In the early days, before the camera was invented, painting documented surroundings. So it has a historical significance. It's a sense of place, to see what something was like on a particular day of a particular year. Plein air painting connects the artist with nature on an emotional level, where all senses are activated. It's not as comfortable as when you're sitting in your studio with a canvas and an easel and a cup of coffee. You're going out in the elements and feeling the sun and the breeze, and all of that is going into the painting. I complete a painting on location, and bring it out to the studio, but I don't touch it or pick at it because I don't want to clean it up. I want that raw energy that I felt on location.

Making plein air personal

If you want to venture out for your own plein air experience, here's what you'll need.

Materials:

Palette

Paints (Wente prefers Windsor Newton Watercolors)

Brushes (a starting set will do)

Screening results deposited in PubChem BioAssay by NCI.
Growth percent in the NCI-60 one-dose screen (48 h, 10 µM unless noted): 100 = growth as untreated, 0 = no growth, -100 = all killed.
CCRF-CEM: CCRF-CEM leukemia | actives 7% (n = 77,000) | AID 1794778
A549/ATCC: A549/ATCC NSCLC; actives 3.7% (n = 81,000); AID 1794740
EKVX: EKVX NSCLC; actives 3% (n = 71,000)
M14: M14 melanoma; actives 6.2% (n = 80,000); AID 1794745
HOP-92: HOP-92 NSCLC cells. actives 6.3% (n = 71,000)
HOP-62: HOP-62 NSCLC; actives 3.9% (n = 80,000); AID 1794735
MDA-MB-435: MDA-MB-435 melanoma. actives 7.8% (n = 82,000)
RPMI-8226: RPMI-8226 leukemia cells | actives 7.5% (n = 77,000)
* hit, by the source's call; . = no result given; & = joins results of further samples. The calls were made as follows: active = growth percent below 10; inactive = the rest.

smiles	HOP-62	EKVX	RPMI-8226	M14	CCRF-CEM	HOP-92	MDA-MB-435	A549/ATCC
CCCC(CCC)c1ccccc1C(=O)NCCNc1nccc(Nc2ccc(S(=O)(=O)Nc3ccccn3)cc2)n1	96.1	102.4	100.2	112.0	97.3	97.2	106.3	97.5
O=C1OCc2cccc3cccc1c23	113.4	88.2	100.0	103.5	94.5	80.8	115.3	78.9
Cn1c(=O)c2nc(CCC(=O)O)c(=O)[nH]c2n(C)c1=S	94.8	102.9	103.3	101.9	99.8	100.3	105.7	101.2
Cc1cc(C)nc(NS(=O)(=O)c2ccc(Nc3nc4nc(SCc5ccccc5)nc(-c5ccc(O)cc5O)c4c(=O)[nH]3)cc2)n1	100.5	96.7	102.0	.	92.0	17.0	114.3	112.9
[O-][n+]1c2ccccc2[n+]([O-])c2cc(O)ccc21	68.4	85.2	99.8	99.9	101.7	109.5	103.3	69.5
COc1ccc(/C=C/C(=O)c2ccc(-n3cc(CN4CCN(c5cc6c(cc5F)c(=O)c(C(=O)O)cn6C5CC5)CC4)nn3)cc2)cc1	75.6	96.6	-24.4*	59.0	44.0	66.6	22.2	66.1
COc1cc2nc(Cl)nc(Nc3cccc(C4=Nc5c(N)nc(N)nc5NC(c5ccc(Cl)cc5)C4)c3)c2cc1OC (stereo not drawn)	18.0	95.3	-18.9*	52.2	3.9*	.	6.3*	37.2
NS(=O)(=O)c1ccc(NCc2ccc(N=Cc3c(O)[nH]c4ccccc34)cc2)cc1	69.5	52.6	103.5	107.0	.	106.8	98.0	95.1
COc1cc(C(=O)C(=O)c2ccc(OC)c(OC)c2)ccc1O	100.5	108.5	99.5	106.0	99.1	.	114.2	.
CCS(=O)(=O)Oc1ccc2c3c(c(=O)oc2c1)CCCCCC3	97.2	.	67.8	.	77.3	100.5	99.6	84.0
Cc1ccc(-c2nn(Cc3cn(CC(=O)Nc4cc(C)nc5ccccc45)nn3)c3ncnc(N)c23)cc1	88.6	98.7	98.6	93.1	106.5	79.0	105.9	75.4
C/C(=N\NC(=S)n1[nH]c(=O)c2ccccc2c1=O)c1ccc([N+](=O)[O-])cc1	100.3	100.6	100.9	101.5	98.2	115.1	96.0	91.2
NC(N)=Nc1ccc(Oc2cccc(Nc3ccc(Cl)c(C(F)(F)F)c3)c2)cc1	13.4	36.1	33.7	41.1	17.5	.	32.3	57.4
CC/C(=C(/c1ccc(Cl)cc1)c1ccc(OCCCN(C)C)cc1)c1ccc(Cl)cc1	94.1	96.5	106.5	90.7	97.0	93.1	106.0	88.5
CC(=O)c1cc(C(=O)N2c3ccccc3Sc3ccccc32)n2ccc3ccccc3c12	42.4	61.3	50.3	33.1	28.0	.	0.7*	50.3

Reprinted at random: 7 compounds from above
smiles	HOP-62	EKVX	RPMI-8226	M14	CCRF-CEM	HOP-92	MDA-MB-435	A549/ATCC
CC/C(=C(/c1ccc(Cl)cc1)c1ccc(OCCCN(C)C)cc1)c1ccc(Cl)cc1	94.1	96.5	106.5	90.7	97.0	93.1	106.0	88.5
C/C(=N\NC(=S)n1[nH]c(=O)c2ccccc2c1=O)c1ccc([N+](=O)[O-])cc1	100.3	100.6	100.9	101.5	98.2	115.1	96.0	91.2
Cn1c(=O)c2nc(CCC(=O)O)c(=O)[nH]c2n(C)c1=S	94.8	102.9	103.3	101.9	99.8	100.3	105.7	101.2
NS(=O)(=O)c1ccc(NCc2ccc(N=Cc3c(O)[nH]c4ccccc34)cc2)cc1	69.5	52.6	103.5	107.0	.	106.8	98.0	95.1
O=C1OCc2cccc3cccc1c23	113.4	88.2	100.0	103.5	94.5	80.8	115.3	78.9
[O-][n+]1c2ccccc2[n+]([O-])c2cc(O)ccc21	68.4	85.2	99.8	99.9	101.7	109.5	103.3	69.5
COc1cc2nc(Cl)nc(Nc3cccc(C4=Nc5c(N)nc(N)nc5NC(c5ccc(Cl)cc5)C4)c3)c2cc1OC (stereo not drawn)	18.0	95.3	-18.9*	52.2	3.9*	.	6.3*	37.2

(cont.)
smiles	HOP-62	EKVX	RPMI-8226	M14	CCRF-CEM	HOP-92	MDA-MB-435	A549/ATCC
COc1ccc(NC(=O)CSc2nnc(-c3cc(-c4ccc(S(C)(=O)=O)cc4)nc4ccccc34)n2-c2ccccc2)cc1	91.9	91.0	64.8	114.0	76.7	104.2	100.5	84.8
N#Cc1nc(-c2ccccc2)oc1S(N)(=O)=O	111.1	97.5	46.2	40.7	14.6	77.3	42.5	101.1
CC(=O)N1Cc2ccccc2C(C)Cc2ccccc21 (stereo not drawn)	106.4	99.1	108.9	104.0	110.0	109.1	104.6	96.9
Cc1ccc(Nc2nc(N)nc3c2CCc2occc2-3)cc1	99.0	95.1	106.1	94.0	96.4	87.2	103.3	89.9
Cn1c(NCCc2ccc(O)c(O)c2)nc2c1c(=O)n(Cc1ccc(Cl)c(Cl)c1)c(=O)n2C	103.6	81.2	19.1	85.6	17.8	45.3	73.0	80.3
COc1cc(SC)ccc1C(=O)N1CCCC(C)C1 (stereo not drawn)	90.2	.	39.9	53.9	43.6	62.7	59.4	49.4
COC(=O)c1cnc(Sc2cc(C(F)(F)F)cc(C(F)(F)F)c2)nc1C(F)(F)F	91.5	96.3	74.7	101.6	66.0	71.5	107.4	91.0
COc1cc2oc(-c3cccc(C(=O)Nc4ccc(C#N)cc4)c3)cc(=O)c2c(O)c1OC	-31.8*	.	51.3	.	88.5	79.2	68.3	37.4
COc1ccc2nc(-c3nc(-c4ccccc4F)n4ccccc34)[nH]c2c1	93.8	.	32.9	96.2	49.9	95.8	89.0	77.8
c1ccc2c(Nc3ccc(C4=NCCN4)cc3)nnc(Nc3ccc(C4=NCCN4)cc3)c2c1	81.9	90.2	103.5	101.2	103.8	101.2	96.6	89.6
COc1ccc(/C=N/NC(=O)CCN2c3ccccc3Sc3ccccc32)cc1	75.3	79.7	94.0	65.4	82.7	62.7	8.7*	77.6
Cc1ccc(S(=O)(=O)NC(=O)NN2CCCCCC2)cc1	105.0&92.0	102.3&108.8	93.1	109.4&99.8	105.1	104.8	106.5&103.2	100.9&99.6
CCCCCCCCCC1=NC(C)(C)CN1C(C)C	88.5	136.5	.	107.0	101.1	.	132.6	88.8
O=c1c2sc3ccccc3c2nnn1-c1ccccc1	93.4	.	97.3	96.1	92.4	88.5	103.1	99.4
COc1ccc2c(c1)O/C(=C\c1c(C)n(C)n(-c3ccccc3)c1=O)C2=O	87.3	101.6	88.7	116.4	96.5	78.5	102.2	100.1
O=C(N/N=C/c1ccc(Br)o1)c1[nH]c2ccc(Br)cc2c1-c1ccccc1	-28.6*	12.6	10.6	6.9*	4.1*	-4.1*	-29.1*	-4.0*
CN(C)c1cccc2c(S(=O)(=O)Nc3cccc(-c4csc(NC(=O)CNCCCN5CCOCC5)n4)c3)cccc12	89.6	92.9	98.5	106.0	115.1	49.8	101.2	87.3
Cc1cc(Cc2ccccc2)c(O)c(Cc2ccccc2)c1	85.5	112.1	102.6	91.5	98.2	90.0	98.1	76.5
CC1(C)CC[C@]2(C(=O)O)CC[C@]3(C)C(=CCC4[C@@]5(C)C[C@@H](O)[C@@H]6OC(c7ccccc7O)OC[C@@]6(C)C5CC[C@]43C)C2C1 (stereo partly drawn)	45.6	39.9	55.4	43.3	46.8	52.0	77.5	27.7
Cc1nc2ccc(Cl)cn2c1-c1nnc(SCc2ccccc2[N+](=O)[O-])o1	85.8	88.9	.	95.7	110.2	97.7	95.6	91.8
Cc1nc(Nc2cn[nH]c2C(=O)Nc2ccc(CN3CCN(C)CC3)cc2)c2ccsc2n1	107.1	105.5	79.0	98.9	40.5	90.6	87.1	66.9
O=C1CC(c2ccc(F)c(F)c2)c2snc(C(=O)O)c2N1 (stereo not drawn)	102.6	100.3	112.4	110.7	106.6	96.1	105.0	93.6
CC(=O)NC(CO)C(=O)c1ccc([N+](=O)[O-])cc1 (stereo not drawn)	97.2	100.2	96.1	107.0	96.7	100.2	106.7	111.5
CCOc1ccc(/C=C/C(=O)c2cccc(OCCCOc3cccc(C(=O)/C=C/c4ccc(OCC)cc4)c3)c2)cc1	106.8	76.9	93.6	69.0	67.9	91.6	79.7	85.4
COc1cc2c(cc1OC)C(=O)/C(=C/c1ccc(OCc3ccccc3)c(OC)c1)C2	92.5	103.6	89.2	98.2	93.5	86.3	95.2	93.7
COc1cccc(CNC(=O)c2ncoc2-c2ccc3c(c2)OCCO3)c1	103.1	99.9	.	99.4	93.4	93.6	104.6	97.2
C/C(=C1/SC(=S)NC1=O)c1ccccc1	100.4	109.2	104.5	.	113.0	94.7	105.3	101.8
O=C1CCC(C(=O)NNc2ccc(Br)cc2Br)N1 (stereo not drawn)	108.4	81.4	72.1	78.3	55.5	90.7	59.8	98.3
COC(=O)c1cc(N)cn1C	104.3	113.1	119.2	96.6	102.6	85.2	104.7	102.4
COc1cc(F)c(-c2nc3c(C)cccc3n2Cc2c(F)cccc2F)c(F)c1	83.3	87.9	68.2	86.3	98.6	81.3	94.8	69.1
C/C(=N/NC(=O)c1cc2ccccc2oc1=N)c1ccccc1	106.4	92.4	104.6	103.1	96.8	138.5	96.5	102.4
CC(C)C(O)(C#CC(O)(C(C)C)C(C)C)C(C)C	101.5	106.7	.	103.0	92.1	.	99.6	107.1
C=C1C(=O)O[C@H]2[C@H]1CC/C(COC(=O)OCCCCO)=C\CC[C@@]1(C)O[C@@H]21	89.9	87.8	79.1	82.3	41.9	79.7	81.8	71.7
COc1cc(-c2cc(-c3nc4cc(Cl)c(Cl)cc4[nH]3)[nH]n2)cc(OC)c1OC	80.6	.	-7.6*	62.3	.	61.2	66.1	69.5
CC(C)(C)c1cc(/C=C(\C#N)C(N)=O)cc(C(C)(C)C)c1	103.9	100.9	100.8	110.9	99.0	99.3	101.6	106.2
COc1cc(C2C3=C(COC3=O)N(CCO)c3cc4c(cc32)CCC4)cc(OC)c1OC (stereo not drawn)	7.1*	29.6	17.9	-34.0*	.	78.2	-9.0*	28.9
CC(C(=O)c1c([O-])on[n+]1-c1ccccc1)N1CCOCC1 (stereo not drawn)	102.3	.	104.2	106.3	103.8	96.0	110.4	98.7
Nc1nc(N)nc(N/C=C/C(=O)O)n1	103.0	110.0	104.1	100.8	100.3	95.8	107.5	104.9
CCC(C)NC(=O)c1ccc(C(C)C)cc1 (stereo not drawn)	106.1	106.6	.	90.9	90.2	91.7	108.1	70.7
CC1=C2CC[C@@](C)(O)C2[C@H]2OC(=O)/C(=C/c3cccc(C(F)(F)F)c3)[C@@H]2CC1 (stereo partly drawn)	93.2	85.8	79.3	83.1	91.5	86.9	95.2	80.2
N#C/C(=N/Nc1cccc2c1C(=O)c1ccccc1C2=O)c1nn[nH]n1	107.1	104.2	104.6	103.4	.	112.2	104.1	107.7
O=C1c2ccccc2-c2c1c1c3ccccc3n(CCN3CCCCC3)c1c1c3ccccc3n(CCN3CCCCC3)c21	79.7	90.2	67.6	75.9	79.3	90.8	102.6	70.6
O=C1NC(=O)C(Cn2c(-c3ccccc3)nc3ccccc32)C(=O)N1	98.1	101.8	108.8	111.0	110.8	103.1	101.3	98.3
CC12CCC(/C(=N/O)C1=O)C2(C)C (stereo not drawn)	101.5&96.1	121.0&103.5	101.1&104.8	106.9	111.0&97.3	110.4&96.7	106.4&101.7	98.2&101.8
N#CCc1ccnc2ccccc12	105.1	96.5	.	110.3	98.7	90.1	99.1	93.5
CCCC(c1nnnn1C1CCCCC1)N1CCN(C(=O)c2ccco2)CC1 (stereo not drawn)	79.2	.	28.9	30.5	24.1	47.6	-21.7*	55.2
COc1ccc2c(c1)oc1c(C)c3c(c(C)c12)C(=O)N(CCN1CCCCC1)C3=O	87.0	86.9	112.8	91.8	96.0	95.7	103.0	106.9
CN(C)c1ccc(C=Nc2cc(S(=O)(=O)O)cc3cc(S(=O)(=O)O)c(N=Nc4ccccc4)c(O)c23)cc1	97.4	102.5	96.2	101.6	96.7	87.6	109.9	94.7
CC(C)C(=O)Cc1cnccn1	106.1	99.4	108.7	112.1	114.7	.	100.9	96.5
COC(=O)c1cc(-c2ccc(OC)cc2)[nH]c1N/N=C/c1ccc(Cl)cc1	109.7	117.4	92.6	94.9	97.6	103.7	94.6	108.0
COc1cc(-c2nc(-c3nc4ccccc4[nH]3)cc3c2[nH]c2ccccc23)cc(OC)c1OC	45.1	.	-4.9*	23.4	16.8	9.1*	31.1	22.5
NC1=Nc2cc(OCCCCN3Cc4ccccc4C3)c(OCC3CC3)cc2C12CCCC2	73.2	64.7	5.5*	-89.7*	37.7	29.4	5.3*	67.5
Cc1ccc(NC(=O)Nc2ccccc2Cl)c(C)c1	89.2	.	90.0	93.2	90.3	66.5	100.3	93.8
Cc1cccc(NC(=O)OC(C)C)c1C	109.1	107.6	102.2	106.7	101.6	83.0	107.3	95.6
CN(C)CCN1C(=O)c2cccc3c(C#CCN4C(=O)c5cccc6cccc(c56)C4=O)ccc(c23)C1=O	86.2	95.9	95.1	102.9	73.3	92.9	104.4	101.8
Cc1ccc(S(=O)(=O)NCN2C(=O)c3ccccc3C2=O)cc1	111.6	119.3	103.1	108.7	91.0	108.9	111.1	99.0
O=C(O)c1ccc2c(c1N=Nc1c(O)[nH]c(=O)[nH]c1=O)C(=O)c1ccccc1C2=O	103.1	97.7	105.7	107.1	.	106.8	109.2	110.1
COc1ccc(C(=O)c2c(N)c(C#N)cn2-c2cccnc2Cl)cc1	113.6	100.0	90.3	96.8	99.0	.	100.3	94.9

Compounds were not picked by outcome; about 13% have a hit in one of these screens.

Roll of masking tape

Cup for water

Paper towels

Pencil

Hat, sunscreen and bug repellant

How to do it:

Wente shares these tips with her students:

Study the area and plan where to set up. Take your time to pick a subject to paint.

Carefully observe shapes, subjects, light and color.

Unpack your materials and get comfortable.

Tape off your paper if you like the look of clean edges.

Sketch the larger shapes lightly with a pencil on your paper.

Squint to view the light and dark shapes and values.

Add color to the large areas you see, leaving paper bare where light is evident.

Build the paint shapes as you continue, and strive to remain spontaneous.

Try not to overwork.

Add details and more paint layers later.

Change your water frequently. Muddy water = muddy painting.

View and observe other artists' work.

Relax and enjoy the process!

Paint from 812 Magazine on Vimeo.

For more information about plein air classes:

Indiana Plein Air Painters Association

Bloomington Watercolor Society